Father's Day is a mixed day for me. On the one hand I reflect on my own father, who died when I was 14. Dad was a great man in my eyes. He only completed the 8th grade but was full of traditional wisdom. Few people I've known knew their Bibles as well as he knew his. He worked hard all his life, often 16 hrs a day. He was what we call today a "bi-vocational" pastor. He served as pastor of a small church on the edge of town and had a paint contracting business. Dad encouraged all of us to get a good education--something he never enjoyed the benefits of. He emphasized learning proper English, math skills, and history.
My dad's passions were the Bible and Baptist history. Granted, my dad grew up in a generation saturated with Trail of Blood landmarkism as the lens through which all church history was interpreted. His Bible was the 1906 C. I. Scofield Reference Bible. He would have nothing to do with the revised Scofield Bible that came out in the late 1960s. All attempts at modern language translations were, to him, a corruption of the Bible. From my dad I learned to love and trust as inerrant and authoritative God's word, and I learned to love Baptist history, even if we would not see eye to eye on every point now.
Dad taught me the value of hard work. From a very early age I worked, helping in my spare time with painting houses and learning the trade. He encouraged each of us to learn other skills as well. In addition he encouraged me as I went out in the neighborhood mowing lawns in the summer. Work was a part of life for us, and we never resented it.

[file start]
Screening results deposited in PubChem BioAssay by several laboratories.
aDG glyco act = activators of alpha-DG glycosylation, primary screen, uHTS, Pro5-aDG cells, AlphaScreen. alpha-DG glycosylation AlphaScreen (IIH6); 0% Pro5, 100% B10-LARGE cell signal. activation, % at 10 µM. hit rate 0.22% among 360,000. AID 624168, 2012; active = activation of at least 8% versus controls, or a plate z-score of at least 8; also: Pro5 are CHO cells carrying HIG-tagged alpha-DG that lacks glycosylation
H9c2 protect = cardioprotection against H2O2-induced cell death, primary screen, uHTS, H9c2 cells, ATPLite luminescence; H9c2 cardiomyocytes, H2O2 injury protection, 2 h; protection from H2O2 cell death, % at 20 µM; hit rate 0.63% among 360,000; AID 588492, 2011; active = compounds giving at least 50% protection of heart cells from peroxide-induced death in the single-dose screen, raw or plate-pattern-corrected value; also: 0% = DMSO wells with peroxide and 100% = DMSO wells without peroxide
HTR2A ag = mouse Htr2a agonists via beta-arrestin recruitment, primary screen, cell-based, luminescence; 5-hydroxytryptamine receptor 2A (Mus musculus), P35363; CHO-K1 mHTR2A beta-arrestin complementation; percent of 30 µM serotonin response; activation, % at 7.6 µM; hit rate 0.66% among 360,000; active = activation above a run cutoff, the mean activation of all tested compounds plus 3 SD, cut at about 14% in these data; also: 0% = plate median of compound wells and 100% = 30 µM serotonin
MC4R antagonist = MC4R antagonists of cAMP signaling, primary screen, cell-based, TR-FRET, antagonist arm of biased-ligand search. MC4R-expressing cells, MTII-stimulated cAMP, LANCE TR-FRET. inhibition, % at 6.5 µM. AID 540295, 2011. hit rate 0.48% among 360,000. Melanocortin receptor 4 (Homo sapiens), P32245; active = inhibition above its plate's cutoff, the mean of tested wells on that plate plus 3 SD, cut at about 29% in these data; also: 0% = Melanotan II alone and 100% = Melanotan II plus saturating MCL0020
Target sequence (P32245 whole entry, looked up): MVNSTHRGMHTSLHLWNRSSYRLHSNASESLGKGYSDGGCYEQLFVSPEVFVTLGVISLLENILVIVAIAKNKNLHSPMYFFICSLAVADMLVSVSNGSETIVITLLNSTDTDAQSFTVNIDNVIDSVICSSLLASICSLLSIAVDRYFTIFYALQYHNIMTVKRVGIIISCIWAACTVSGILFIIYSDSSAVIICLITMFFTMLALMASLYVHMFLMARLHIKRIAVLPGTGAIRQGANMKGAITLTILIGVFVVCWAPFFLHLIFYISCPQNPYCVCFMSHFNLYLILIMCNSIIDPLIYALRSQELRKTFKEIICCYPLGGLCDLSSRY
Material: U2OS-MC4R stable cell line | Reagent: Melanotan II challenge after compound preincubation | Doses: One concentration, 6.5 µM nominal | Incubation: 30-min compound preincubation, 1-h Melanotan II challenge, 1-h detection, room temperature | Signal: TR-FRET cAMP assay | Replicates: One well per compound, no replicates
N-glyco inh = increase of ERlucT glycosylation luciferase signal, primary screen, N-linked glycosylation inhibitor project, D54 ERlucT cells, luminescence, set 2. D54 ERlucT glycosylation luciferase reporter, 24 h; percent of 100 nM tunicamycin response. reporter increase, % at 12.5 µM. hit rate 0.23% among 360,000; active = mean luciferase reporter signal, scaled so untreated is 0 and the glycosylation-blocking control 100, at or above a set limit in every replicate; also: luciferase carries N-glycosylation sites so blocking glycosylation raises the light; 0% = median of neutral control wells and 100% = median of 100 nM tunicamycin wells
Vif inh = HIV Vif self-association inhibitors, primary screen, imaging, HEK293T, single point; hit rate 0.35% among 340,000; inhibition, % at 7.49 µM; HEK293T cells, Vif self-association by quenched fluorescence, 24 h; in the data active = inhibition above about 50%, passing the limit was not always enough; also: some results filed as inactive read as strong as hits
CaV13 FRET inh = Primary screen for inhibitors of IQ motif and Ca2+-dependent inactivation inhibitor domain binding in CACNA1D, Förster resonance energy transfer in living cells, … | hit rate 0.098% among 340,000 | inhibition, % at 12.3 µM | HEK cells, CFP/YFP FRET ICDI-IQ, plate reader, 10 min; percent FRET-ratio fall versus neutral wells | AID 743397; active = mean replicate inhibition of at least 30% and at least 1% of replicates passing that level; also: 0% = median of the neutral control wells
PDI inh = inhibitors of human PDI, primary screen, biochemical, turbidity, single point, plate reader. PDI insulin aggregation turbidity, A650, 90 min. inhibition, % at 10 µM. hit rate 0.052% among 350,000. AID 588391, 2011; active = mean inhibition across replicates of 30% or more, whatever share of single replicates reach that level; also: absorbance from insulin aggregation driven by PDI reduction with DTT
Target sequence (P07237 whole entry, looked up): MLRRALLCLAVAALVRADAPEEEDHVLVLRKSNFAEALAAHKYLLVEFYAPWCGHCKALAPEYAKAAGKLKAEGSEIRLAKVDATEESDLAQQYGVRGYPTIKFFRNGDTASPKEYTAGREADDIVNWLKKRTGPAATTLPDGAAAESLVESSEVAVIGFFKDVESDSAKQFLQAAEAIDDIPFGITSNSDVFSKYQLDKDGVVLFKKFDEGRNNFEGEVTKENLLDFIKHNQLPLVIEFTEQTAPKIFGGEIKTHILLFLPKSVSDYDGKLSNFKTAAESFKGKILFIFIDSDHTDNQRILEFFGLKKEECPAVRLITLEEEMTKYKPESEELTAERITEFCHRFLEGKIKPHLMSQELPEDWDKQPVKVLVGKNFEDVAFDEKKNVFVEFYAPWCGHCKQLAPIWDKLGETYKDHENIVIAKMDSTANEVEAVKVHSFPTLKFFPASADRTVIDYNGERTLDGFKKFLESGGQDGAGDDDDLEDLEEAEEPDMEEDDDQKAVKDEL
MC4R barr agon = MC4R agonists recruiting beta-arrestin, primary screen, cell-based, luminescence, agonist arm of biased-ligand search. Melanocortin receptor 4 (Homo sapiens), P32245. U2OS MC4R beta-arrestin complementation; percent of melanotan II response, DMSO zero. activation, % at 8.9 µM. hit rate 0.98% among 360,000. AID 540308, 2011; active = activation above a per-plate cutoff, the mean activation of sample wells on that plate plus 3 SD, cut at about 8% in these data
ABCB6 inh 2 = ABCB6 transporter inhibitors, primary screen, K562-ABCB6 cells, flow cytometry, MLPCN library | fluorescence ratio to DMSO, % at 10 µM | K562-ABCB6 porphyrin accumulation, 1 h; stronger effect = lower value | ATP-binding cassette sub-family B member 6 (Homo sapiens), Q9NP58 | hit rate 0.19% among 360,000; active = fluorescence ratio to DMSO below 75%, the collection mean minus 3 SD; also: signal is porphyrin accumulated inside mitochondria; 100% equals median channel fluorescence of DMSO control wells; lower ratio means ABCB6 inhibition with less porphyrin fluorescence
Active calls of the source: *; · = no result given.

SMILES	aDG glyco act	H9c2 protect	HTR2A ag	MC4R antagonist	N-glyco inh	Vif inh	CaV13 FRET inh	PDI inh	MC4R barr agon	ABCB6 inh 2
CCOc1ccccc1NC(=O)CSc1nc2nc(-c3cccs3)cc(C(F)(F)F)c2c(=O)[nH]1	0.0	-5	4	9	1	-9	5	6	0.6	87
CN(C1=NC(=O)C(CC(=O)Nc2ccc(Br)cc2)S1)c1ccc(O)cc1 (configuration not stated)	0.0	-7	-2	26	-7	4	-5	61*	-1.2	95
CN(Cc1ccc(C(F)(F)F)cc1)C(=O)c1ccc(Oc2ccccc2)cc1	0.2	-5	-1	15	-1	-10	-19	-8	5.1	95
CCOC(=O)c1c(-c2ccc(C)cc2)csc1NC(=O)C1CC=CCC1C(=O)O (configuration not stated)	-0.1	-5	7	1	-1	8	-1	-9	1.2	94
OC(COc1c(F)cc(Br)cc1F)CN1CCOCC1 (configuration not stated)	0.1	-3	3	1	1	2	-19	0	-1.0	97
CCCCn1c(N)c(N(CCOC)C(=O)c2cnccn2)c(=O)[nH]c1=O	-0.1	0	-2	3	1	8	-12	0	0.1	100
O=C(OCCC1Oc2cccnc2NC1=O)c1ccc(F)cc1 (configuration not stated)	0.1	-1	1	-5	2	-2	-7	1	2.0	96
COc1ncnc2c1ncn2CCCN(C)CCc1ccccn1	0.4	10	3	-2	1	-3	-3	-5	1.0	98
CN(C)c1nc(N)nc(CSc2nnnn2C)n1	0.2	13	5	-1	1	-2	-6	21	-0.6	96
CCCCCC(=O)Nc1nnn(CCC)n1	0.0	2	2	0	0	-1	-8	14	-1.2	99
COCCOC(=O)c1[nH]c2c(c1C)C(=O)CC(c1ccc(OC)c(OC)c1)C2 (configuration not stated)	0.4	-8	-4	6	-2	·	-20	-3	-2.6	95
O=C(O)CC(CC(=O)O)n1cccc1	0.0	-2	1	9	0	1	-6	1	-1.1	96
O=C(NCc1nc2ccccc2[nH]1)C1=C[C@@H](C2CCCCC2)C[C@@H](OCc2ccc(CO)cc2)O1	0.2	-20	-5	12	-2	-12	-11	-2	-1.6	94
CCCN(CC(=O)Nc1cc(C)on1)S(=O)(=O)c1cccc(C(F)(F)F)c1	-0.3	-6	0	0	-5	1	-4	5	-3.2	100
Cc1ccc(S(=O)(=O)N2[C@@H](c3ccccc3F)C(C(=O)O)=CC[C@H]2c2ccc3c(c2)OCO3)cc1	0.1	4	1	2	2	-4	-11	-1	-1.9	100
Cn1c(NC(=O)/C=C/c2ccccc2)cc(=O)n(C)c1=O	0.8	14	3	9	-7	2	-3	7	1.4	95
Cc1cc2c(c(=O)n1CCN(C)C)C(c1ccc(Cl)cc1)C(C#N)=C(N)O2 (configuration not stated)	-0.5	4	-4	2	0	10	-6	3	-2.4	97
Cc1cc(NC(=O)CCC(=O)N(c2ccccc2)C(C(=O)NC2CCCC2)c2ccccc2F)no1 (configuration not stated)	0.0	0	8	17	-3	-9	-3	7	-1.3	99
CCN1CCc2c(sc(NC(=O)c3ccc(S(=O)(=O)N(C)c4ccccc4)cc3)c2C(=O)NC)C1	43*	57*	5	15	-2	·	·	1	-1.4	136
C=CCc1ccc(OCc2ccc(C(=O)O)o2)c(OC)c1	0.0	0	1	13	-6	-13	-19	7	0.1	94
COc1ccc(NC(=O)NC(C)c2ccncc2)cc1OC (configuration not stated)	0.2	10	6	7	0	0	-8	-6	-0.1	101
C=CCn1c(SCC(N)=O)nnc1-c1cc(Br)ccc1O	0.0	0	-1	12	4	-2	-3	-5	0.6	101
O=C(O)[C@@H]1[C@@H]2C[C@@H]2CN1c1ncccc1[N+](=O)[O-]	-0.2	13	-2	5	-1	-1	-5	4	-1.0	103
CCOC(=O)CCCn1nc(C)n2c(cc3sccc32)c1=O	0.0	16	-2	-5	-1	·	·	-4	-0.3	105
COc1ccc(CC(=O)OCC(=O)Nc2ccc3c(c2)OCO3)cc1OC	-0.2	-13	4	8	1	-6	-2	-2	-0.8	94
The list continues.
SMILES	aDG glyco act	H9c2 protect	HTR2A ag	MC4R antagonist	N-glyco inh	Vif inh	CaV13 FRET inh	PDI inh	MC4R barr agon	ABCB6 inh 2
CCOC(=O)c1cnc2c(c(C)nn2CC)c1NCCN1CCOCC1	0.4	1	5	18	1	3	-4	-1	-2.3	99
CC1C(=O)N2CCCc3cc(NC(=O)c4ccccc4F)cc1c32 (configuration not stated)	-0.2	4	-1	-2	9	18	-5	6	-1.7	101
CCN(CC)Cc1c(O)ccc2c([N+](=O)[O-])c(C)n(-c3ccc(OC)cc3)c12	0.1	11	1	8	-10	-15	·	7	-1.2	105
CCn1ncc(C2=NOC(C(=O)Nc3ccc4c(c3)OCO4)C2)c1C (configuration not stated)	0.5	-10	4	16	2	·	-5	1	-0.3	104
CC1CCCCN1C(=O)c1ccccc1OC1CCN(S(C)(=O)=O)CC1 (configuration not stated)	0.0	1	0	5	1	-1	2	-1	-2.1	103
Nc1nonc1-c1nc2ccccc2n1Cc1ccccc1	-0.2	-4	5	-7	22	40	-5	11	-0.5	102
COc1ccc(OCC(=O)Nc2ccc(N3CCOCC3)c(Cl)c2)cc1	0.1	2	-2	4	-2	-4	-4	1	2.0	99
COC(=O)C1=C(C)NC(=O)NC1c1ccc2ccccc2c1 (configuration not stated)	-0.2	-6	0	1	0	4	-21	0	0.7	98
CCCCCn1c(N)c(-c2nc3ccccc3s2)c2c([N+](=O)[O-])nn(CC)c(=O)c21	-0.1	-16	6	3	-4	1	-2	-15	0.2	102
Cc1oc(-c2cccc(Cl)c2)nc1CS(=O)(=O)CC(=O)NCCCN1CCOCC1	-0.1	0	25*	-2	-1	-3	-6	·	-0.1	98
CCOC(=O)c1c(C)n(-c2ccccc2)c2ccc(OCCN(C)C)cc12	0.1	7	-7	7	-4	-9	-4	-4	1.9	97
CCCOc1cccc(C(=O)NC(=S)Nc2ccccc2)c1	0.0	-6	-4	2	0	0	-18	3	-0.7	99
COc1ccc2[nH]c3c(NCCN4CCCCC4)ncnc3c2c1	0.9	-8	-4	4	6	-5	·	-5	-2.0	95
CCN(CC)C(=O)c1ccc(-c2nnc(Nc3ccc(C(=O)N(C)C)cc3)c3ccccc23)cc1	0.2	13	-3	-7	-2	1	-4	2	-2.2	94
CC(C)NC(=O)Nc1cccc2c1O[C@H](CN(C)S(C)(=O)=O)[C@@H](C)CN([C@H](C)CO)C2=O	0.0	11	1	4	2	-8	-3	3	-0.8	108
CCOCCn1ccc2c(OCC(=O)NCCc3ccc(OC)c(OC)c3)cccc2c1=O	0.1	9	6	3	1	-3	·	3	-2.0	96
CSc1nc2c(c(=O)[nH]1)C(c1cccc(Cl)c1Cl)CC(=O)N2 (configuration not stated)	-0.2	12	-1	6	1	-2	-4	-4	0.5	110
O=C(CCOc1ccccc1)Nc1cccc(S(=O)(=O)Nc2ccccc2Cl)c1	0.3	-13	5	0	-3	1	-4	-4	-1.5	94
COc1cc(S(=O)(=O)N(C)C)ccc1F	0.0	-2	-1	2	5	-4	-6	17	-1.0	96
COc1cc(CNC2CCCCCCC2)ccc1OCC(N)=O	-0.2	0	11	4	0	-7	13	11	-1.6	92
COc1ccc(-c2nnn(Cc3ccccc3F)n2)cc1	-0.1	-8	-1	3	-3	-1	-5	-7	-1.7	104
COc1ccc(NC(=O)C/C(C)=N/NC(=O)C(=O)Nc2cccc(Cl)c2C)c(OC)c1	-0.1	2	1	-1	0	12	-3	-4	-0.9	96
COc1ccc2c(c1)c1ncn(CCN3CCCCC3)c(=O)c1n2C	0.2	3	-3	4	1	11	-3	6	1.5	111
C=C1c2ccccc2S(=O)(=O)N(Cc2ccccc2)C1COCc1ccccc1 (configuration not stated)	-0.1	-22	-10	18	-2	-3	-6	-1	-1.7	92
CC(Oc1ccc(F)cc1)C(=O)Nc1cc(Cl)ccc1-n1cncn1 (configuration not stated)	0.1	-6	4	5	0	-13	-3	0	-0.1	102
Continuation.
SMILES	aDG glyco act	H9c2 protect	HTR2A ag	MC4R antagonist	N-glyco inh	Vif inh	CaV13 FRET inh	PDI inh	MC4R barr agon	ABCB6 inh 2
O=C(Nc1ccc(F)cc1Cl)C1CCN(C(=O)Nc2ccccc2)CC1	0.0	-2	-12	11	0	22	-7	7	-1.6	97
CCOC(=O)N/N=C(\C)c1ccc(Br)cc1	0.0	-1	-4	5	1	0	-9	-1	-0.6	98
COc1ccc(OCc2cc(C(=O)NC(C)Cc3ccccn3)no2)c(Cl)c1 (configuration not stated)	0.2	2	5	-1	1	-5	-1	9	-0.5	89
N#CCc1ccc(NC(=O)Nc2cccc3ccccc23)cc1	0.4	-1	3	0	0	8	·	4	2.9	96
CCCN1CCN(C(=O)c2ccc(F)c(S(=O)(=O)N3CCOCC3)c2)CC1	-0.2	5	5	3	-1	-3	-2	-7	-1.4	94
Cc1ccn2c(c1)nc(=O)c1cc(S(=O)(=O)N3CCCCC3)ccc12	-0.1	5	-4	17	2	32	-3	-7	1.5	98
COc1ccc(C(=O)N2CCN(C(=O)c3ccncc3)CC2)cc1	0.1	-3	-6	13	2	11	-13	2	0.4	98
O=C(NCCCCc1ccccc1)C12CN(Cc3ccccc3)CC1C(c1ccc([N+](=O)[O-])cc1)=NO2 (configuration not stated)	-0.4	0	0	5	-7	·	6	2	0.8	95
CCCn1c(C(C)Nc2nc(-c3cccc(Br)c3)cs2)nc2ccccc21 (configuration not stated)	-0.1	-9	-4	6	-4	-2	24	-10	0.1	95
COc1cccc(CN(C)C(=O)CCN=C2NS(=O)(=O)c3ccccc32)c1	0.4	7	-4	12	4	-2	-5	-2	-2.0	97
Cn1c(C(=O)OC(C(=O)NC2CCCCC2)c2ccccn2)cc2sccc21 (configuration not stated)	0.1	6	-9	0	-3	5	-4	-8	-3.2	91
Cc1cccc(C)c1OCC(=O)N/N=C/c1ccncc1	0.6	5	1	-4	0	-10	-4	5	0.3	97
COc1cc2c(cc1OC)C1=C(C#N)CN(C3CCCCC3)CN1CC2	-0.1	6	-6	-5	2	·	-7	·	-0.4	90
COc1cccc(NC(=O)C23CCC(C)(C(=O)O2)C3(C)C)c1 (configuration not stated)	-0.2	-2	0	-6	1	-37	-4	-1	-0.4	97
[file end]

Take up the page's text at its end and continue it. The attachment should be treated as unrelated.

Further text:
He loved music, had a ringing bass voice and could sing almost to the bottom of the piano keyboard. I'm still envious of his voice. He learned music in a day when people learned by "shaped" notes rather than "round" notes. He could not read lines and spaces on a score but knew pitches by the shape of the note (each note in the scale has a different shape). I learned to love music from my dad.
Dad loved the outdoors. He loved fishing the most, but he also taught us to hunt. Gun safety was a big issue with Dad because his Uncle John Land was killed as a result of a hunting accident. Every year, at the beginning of hunting season, Dad would tell us how Uncle John reached behind the seat of his Model T truck, grabbed his .22 by the muzzle thinking it was unloaded, and the trigger hung on a spring and it went off. Uncle John lay in a hospital in an "iron lung" for two weeks before finally dying. Dad would talk about sitting on a bench outside the hospital on a moonlit night, listening to the sound of the iron lung and Uncle John fighting for his life. What did we learn from that? Two things. First, no gun is ever "unloaded." Secondly, a gun can get you killed. Treat it with respect.
Most of all I learned that spending time with God, my wife, and my kids is more important than time spent at work. Work will always be there. My kids will be grown and gone some day. God's word is my treasure, and my wife is the one who makes me complete. What's the point of working 60--80 hours a week if you miss seeing your kids grow up, your wife becomes a stranger, and the Bible is squeezed out of your schedule? Thanks, Dad, for some great life-lessons.